Saturday, November 13, 2010
The Sukume Human Dignity Centre next to the Walmer Township (Gqebera) consist of a creche, feeding scheme and hand craft project to assist people from the nearby township. The centre recently started a small museum to help visitors understand the township and the culture of the Xhosa people. They still have a lot of different plans for the centre and the museum, but as they do it out of their own pockets its a slow and ongoing project.
Friday, November 12, 2010
Van Stadens Wild Flower Reserve is situated just off the N2 about 35km west of Port Elizabeth. This 450 hectare reserve is probably the best place close to Port Elizabeth to go and marvel at the wonders of fynbos and to see flowering proteas. The reserve covers both a large plateau area covered mostly in Fynbos as well as the slopes of the Van Stadens gorge consisting of indigenous coastal forest. The main purpose of the reserve is to protect and propagate the unique indigenous flora. Visitors can explore the reserve by taking one of the trails that cover the reserve. There are also flat gravel roads along the plateau area which can be utilised by mountain bikers or, like us if you haven't got much time or the weather isn't too good, by car. The flowers in the picture is of the many Pin Cushion Proteas that are in flower all over the reserve at the moment.
Thursday, November 11, 2010
I'm sure you all know the saying "standing out like a sore finger". One of Despatch's main landmarks literally and figuratively embodies that saying. The Despatch Brickworks Chimney was built in 1882 as part of the area's flourishing brick making industry. In the last 1800's a railway siding was built forking off the main railway line between Port Elizabeth and Uitenhage. This siding was used to dispatch bricks from the brickworks to Port Elizabeth where most of the buildings of the time were built from bricks out of this area. The bricks business is very much a remnant of the past and the chimney now stands there as a monument to the town's early history.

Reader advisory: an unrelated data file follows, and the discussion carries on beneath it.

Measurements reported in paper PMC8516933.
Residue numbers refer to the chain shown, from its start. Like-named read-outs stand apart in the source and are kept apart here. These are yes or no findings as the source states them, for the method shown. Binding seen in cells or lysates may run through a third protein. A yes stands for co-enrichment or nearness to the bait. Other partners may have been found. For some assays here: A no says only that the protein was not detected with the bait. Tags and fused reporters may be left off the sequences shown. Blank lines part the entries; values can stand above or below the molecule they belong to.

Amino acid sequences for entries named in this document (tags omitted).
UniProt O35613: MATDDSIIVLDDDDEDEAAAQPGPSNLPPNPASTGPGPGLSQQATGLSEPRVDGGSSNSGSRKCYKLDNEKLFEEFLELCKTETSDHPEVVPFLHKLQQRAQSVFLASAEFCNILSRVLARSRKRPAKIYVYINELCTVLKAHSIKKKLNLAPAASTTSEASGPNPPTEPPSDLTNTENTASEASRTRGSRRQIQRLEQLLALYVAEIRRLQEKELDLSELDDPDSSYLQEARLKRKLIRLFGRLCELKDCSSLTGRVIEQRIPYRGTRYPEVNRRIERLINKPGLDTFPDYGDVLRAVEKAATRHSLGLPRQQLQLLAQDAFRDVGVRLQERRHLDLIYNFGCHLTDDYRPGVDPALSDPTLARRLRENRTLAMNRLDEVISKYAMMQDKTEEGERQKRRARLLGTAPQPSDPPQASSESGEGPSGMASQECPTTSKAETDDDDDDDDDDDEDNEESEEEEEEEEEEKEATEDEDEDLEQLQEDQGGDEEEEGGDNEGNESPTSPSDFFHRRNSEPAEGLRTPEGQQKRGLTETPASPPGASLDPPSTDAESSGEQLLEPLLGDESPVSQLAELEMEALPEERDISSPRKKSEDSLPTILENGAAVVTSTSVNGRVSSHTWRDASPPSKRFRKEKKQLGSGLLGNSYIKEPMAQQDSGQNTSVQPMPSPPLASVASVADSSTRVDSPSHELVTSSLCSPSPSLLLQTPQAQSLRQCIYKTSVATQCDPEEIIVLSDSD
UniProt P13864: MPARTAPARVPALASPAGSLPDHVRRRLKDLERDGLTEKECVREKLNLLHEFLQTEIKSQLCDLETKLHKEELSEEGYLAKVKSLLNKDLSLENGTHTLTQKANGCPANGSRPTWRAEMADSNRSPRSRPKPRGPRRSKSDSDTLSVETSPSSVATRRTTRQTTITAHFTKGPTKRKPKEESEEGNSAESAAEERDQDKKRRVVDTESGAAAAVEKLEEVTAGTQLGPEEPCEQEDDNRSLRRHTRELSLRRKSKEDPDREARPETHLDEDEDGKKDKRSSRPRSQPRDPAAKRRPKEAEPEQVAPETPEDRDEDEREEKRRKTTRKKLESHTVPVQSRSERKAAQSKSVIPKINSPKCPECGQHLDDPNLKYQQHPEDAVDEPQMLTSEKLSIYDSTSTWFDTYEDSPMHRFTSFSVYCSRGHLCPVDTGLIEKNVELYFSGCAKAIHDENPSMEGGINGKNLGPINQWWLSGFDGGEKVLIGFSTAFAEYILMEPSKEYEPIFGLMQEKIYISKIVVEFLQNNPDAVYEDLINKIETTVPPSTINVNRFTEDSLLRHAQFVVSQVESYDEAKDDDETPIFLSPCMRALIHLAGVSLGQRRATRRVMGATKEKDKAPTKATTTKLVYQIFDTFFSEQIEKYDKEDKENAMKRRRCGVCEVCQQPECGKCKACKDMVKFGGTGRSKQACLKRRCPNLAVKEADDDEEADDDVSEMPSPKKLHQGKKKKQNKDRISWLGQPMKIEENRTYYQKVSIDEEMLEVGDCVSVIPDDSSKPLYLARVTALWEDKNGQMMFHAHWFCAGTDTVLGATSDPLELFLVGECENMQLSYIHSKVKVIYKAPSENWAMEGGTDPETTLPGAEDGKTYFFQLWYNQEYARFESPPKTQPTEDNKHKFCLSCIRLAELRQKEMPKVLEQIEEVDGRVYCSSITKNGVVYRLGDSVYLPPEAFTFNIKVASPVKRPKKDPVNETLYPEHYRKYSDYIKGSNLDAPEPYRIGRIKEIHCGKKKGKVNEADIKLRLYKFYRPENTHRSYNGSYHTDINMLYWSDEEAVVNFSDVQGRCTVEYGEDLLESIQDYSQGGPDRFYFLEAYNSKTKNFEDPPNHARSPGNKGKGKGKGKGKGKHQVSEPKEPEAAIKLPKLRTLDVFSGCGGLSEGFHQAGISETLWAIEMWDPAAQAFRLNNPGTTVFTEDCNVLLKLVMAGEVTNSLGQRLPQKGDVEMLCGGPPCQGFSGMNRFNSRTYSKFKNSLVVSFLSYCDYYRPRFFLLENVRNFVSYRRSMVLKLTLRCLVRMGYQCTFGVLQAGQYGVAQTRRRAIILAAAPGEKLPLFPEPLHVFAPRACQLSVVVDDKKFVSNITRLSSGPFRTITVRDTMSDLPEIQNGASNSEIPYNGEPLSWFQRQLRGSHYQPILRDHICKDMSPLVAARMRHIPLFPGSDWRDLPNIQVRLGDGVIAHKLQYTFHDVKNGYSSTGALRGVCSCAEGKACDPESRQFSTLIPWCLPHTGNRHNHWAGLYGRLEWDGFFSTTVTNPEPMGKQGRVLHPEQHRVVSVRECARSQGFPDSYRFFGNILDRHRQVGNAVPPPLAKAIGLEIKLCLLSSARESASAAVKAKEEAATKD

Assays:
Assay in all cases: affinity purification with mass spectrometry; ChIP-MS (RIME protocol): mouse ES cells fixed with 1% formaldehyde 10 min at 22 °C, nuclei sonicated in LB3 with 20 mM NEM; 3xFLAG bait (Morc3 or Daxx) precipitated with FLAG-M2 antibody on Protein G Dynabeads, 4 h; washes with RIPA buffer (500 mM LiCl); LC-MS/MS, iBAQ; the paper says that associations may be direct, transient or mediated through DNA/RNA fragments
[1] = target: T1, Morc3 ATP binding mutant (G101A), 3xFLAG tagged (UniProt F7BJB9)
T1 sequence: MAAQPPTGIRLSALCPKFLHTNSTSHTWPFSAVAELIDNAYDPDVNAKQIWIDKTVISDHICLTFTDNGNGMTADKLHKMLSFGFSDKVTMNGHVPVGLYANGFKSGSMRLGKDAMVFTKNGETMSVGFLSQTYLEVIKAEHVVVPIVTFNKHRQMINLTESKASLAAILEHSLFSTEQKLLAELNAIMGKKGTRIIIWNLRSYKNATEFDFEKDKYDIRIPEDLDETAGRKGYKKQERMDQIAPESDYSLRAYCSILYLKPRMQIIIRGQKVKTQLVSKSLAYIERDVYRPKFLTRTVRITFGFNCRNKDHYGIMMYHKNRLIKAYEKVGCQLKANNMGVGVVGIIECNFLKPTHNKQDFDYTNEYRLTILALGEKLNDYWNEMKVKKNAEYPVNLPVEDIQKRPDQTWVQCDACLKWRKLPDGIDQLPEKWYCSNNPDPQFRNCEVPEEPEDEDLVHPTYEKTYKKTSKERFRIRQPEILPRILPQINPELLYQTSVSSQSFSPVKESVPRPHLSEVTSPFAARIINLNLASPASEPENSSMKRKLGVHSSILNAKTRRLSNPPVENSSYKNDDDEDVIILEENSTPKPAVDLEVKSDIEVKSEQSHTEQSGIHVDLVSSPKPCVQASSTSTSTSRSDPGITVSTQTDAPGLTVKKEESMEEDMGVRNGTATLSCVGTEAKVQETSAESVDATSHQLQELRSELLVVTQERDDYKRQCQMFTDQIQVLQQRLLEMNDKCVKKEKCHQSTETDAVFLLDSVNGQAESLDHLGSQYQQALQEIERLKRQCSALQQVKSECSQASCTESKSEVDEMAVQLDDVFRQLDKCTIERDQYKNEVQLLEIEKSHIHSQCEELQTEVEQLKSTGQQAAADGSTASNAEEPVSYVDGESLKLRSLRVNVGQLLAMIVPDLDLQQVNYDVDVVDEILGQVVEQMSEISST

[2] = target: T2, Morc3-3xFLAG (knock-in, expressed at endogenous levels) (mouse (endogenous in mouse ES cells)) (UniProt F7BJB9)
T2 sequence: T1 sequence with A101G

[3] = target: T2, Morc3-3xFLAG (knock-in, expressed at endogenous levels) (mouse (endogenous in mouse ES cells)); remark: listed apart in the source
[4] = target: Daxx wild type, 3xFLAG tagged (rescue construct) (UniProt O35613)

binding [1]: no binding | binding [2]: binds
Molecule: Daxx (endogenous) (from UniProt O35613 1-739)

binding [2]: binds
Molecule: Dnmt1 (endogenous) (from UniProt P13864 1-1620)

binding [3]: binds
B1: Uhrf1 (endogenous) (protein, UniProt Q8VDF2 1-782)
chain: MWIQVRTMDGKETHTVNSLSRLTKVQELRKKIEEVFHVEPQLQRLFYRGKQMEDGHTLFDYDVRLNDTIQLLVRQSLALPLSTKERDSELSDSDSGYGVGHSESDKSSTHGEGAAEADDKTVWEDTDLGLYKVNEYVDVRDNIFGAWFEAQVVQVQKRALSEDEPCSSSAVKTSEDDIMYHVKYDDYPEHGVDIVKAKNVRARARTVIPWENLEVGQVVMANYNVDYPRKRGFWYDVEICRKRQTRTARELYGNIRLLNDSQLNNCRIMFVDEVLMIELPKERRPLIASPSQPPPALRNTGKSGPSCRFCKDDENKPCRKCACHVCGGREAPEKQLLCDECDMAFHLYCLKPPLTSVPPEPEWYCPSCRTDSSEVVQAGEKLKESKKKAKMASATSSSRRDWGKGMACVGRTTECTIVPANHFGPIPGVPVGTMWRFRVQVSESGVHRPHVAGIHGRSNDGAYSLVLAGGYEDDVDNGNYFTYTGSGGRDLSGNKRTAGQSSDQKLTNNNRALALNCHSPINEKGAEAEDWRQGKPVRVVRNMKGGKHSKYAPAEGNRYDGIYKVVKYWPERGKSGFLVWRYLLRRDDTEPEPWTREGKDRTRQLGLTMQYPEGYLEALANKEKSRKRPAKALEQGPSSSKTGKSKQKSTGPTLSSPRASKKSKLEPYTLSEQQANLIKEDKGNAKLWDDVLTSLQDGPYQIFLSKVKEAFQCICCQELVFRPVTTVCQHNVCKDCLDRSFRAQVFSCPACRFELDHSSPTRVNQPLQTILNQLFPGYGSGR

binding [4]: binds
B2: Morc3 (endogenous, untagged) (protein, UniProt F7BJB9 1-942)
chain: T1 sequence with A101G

Wednesday, November 10, 2010
The old Swartkops Power Station makes for a very unusual landmark where it stands next to the Swartkops River. The power station came into operation in 1954 and was used by the Port Elizabeth Municipality to generate power until 1996 when ESKOM (South Africa's power utility) offered them electricity at a rate that couldn't be matched by themselves. Today the power station with its six 76 meter high chimneys stand empty and nobody really knows what the plans are with the building. Driving along the Swartkops Road towards Despatch there are salt pans on the left and some days they are just covered in flamingos. Its actually a bit of a strange site seeing all these magnificent birds so close to an industrial area, but the locals are so used to them being there that I think a lot of people don't even notice them anymore.
Tuesday, November 9, 2010
Over the weekend we went to see the very talented and awesome Centrestage band doing their Afrikaans show called "Rock Befonk". The Centrestage entertainment company has been in existence for 14 years doing mostly rock related shows, but this was the first time they tried their hand at an Afrikaans production. And I have to say: "It was good". Here the show's female lead, Elsabe Rademeyer and Centrestage musical director, Wayne Kallis are doing Liani Mey and Jay (from Eden)'s "Toe stop my hart".
Monday, November 8, 2010
On the first Saturday of every month the Wholesome Market takes place at Holmeleigh Farm out on Kragga Kamma Road. The market started out with a bang towards the latter part of last year and seem to have now settled down into its own rhythm. Not as big as it was in the beginning, the market still has a very nice blend of hand made items and food products catering for both young and old. There is also activities for the kids to do while the adults sit and have something to eat while enjoying the entertainment on offer.
Sunday, November 7, 2010